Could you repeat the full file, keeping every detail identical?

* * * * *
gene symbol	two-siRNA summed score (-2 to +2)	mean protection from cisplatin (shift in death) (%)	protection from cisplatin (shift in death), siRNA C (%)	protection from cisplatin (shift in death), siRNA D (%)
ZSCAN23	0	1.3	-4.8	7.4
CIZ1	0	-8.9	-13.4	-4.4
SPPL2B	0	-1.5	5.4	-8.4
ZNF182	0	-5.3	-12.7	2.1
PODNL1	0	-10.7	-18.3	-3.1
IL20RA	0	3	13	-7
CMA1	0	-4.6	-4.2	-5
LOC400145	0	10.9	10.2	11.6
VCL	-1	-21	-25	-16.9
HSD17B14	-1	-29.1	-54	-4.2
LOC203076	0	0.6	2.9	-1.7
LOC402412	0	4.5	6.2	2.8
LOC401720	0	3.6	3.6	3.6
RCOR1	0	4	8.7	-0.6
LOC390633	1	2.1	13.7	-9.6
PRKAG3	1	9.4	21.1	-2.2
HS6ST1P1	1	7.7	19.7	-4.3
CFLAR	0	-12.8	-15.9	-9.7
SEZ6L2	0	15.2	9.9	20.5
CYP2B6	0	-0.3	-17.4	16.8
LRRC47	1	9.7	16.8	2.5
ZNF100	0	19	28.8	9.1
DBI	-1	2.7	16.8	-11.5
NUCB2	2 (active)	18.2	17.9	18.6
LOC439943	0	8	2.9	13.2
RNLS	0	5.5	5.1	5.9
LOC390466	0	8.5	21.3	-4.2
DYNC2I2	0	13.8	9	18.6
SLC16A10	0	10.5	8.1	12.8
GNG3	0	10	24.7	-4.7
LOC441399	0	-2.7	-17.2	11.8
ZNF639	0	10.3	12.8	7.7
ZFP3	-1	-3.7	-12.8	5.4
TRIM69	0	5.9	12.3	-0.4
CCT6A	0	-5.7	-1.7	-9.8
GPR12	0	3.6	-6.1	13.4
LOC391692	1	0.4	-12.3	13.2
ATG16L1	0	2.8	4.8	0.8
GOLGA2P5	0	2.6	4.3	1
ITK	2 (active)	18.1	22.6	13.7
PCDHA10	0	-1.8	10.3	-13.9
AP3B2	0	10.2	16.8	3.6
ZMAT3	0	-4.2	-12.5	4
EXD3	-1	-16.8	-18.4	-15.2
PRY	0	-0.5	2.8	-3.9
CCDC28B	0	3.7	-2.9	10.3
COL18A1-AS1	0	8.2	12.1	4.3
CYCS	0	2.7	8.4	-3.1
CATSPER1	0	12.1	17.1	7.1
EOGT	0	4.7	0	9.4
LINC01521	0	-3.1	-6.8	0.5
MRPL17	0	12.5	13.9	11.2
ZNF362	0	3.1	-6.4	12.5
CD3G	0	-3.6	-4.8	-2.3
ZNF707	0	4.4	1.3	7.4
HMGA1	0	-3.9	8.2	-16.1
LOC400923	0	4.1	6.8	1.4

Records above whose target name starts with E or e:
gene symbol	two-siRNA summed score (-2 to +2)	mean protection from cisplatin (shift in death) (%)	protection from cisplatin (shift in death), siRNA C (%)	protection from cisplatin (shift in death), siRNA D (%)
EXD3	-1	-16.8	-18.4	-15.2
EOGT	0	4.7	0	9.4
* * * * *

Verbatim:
gene symbol	two-siRNA summed score (-2 to +2)	mean protection from cisplatin (shift in death) (%)	protection from cisplatin (shift in death), siRNA C (%)	protection from cisplatin (shift in death), siRNA D (%)
ZSCAN23	0	1.3	-4.8	7.4
CIZ1	0	-8.9	-13.4	-4.4
SPPL2B	0	-1.5	5.4	-8.4
ZNF182	0	-5.3	-12.7	2.1
PODNL1	0	-10.7	-18.3	-3.1
IL20RA	0	3	13	-7
CMA1	0	-4.6	-4.2	-5
LOC400145	0	10.9	10.2	11.6
VCL	-1	-21	-25	-16.9
HSD17B14	-1	-29.1	-54	-4.2
LOC203076	0	0.6	2.9	-1.7
LOC402412	0	4.5	6.2	2.8
LOC401720	0	3.6	3.6	3.6
RCOR1	0	4	8.7	-0.6
LOC390633	1	2.1	13.7	-9.6
PRKAG3	1	9.4	21.1	-2.2
HS6ST1P1	1	7.7	19.7	-4.3
CFLAR	0	-12.8	-15.9	-9.7
SEZ6L2	0	15.2	9.9	20.5
CYP2B6	0	-0.3	-17.4	16.8
LRRC47	1	9.7	16.8	2.5
ZNF100	0	19	28.8	9.1
DBI	-1	2.7	16.8	-11.5
NUCB2	2 (active)	18.2	17.9	18.6
LOC439943	0	8	2.9	13.2
RNLS	0	5.5	5.1	5.9
LOC390466	0	8.5	21.3	-4.2
DYNC2I2	0	13.8	9	18.6
SLC16A10	0	10.5	8.1	12.8
GNG3	0	10	24.7	-4.7
LOC441399	0	-2.7	-17.2	11.8
ZNF639	0	10.3	12.8	7.7
ZFP3	-1	-3.7	-12.8	5.4
TRIM69	0	5.9	12.3	-0.4
CCT6A	0	-5.7	-1.7	-9.8
GPR12	0	3.6	-6.1	13.4
LOC391692	1	0.4	-12.3	13.2
ATG16L1	0	2.8	4.8	0.8
GOLGA2P5	0	2.6	4.3	1
ITK	2 (active)	18.1	22.6	13.7
PCDHA10	0	-1.8	10.3	-13.9
AP3B2	0	10.2	16.8	3.6
ZMAT3	0	-4.2	-12.5	4
EXD3	-1	-16.8	-18.4	-15.2
PRY	0	-0.5	2.8	-3.9
CCDC28B	0	3.7	-2.9	10.3
COL18A1-AS1	0	8.2	12.1	4.3
CYCS	0	2.7	8.4	-3.1
CATSPER1	0	12.1	17.1	7.1
EOGT	0	4.7	0	9.4
LINC01521	0	-3.1	-6.8	0.5
MRPL17	0	12.5	13.9	11.2
ZNF362	0	3.1	-6.4	12.5
CD3G	0	-3.6	-4.8	-2.3
ZNF707	0	4.4	1.3	7.4
HMGA1	0	-3.9	8.2	-16.1
LOC400923	0	4.1	6.8	1.4

Records above whose target name starts with E or e:
gene symbol	two-siRNA summed score (-2 to +2)	mean protection from cisplatin (shift in death) (%)	protection from cisplatin (shift in death), siRNA C (%)	protection from cisplatin (shift in death), siRNA D (%)
EXD3	-1	-16.8	-18.4	-15.2
EOGT	0	4.7	0	9.4